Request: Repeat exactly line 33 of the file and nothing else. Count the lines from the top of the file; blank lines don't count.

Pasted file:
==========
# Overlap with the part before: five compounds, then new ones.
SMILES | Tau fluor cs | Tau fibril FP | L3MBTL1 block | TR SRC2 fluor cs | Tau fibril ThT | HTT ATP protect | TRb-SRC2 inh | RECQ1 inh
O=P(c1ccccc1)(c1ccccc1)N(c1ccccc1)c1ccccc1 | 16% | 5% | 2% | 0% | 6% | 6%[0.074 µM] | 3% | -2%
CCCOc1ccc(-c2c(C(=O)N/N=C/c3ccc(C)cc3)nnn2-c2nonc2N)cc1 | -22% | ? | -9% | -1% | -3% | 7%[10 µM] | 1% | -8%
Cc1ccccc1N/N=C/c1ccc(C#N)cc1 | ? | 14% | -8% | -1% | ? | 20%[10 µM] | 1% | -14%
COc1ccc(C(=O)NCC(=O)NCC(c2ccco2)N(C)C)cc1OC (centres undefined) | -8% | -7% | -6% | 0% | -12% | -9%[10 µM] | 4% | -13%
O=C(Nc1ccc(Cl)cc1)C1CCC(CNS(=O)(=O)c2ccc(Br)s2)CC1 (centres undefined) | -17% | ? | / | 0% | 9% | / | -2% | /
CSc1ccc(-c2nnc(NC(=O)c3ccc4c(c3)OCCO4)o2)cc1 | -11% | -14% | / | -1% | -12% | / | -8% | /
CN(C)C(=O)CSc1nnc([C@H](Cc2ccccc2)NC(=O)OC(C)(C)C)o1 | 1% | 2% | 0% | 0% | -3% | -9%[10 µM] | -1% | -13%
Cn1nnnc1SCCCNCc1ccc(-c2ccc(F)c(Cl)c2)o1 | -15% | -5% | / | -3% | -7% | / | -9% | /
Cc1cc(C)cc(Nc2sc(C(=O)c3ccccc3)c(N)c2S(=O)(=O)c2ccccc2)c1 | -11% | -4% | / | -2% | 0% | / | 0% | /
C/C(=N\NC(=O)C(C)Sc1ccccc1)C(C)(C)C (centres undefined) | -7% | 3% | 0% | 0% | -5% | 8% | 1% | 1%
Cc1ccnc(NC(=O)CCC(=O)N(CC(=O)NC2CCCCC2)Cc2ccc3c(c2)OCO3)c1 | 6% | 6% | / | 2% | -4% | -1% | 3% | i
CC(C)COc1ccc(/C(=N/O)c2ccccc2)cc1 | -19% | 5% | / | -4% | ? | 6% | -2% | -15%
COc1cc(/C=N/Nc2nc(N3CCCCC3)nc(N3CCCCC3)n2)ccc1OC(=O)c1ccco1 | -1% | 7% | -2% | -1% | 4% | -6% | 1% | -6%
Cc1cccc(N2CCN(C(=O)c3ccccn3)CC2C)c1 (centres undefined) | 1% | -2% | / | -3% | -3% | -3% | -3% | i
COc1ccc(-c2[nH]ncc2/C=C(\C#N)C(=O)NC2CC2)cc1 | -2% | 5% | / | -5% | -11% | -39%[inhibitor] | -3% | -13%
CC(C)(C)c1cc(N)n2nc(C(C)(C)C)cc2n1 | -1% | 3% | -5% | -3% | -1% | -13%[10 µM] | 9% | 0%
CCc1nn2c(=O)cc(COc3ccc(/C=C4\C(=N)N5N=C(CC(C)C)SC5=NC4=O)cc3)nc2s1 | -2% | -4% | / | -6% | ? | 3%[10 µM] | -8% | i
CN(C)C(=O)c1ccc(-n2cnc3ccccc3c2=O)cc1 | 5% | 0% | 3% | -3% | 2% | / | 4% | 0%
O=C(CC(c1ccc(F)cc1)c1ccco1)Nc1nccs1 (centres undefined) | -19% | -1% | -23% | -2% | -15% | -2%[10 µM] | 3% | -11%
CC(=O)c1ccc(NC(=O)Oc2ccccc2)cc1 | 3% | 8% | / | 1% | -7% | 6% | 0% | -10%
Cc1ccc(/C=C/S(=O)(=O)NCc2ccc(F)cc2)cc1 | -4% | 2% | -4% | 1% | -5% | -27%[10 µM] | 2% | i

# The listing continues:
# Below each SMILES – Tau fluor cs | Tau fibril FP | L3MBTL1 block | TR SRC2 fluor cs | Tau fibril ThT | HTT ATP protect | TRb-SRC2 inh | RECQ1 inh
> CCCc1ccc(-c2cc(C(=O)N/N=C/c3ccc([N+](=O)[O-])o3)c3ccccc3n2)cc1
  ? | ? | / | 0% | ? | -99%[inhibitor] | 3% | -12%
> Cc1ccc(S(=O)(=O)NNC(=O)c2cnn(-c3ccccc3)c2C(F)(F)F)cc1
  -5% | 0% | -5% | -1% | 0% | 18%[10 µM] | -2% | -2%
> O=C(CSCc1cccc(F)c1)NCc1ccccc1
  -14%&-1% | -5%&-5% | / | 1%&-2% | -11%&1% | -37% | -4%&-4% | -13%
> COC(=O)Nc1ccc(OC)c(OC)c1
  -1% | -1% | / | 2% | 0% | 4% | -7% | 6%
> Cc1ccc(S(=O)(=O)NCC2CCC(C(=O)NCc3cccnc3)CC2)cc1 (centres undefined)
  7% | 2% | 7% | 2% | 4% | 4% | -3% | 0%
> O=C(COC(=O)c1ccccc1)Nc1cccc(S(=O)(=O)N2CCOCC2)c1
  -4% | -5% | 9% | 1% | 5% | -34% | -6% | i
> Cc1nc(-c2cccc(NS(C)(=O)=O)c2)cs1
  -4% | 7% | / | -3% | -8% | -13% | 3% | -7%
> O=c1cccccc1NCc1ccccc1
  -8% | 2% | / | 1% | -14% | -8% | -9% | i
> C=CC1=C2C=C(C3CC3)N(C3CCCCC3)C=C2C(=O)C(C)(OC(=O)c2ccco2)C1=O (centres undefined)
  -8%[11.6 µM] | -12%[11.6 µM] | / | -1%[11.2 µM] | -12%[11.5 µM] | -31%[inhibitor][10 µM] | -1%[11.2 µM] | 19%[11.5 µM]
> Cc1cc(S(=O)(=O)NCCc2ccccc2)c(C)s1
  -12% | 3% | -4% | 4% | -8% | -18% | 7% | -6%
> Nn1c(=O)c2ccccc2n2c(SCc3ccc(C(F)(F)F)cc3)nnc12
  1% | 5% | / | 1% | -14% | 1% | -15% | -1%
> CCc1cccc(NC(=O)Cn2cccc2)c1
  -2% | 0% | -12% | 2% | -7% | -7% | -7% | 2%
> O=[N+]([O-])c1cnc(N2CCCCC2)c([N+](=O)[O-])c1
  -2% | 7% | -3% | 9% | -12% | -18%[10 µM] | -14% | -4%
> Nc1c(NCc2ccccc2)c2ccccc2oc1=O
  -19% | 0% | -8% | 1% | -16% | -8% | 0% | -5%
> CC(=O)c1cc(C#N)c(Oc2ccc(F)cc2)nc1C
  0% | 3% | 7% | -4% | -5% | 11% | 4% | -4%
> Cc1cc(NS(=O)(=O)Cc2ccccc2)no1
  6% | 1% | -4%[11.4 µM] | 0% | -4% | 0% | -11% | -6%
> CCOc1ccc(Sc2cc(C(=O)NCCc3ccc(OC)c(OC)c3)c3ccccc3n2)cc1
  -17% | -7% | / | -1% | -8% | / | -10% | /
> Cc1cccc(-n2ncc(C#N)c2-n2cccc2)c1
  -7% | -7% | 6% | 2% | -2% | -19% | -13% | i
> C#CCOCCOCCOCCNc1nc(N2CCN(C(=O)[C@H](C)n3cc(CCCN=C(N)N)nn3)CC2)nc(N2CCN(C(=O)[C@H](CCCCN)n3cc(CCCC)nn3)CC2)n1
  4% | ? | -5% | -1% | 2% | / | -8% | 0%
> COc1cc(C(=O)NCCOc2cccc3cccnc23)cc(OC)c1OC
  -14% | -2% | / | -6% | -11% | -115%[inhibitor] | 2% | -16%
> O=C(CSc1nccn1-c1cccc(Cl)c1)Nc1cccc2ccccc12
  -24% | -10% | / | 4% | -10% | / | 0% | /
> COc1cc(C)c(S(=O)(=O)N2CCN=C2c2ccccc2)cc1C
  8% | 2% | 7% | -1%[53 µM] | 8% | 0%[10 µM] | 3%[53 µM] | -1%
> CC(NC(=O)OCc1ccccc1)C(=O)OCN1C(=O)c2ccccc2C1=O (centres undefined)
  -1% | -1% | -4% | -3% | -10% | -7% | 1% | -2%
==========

  -1% | -1% | / | 2% | 0% | 4% | -7% | 6%